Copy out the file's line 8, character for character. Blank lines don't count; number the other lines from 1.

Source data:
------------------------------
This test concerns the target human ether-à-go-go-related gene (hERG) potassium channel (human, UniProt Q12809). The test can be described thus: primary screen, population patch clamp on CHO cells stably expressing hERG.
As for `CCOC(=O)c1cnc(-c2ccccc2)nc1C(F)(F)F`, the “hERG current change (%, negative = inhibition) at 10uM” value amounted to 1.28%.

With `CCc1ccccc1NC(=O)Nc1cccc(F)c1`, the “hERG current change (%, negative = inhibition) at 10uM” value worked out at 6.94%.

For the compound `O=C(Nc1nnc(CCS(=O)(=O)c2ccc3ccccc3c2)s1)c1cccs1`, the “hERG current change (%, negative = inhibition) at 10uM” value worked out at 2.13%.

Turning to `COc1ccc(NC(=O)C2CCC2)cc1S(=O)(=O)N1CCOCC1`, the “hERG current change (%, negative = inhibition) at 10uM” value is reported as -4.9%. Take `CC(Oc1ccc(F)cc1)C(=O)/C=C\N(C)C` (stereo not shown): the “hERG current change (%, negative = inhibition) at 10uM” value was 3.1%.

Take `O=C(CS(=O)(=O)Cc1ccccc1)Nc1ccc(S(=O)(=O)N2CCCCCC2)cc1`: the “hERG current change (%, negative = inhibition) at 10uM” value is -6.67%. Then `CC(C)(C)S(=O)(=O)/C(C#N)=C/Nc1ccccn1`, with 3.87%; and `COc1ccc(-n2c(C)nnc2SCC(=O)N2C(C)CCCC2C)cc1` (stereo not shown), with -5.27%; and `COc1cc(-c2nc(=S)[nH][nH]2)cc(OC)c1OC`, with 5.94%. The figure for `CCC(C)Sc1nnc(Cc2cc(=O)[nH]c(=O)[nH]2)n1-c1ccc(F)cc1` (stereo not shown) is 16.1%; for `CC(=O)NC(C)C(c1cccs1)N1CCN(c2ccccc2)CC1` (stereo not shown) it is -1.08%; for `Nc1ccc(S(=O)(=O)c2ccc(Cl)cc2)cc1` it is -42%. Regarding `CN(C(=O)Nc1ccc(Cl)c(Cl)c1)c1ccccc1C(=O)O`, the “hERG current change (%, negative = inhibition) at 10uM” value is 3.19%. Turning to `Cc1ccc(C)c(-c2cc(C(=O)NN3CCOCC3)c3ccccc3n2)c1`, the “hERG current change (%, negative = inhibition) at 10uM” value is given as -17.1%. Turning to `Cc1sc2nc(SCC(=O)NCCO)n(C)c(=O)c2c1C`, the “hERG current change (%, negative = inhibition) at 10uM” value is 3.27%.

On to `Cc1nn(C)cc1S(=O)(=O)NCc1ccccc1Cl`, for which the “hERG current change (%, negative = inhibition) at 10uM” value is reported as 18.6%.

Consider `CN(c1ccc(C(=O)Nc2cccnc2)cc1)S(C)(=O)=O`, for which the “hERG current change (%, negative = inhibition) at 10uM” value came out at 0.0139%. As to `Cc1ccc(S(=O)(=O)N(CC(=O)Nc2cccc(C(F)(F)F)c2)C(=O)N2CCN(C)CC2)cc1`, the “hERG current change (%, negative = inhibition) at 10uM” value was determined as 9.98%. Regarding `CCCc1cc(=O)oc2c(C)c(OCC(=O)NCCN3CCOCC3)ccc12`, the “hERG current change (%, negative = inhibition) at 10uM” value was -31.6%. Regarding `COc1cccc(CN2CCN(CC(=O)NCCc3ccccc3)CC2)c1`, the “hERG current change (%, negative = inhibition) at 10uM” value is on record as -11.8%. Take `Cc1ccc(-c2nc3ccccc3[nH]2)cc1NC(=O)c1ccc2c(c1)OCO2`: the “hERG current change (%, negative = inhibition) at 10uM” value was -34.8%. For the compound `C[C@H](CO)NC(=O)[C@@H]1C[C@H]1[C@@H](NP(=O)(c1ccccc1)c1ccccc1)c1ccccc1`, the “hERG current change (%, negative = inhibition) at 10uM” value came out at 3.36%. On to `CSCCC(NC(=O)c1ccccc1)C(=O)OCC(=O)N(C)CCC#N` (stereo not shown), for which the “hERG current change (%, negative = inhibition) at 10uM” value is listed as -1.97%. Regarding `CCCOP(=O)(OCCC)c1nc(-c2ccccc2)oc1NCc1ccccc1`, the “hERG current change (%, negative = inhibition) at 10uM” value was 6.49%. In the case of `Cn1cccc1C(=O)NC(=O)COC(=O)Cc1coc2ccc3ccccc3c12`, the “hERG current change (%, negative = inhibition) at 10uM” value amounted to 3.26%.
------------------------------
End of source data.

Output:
Consider `CN(c1ccc(C(=O)Nc2cccnc2)cc1)S(C)(=O)=O`, for which the “hERG current change (%, negative = inhibition) at 10uM” value came out at 0.0139%. As to `Cc1ccc(S(=O)(=O)N(CC(=O)Nc2cccc(C(F)(F)F)c2)C(=O)N2CCN(C)CC2)cc1`, the “hERG current change (%, negative = inhibition) at 10uM” value was determined as 9.98%. Regarding `CCCc1cc(=O)oc2c(C)c(OCC(=O)NCCN3CCOCC3)ccc12`, the “hERG current change (%, negative = inhibition) at 10uM” value was -31.6%. Regarding `COc1cccc(CN2CCN(CC(=O)NCCc3ccccc3)CC2)c1`, the “hERG current change (%, negative = inhibition) at 10uM” value is on record as -11.8%. Take `Cc1ccc(-c2nc3ccccc3[nH]2)cc1NC(=O)c1ccc2c(c1)OCO2`: the “hERG current change (%, negative = inhibition) at 10uM” value was -34.8%. For the compound `C[C@H](CO)NC(=O)[C@@H]1C[C@H]1[C@@H](NP(=O)(c1ccccc1)c1ccccc1)c1ccccc1`, the “hERG current change (%, negative = inhibition) at 10uM” value came out at 3.36%. On to `CSCCC(NC(=O)c1ccccc1)C(=O)OCC(=O)N(C)CCC#N` (stereo not shown), for which the “hERG current change (%, negative = inhibition) at 10uM” value is listed as -1.97%. Regarding `CCCOP(=O)(OCCC)c1nc(-c2ccccc2)oc1NCc1ccccc1`, the “hERG current change (%, negative = inhibition) at 10uM” value was 6.49%. In the case of `Cn1cccc1C(=O)NC(=O)COC(=O)Cc1coc2ccc3ccccc3c12`, the “hERG current change (%, negative = inhibition) at 10uM” value amounted to 3.26%.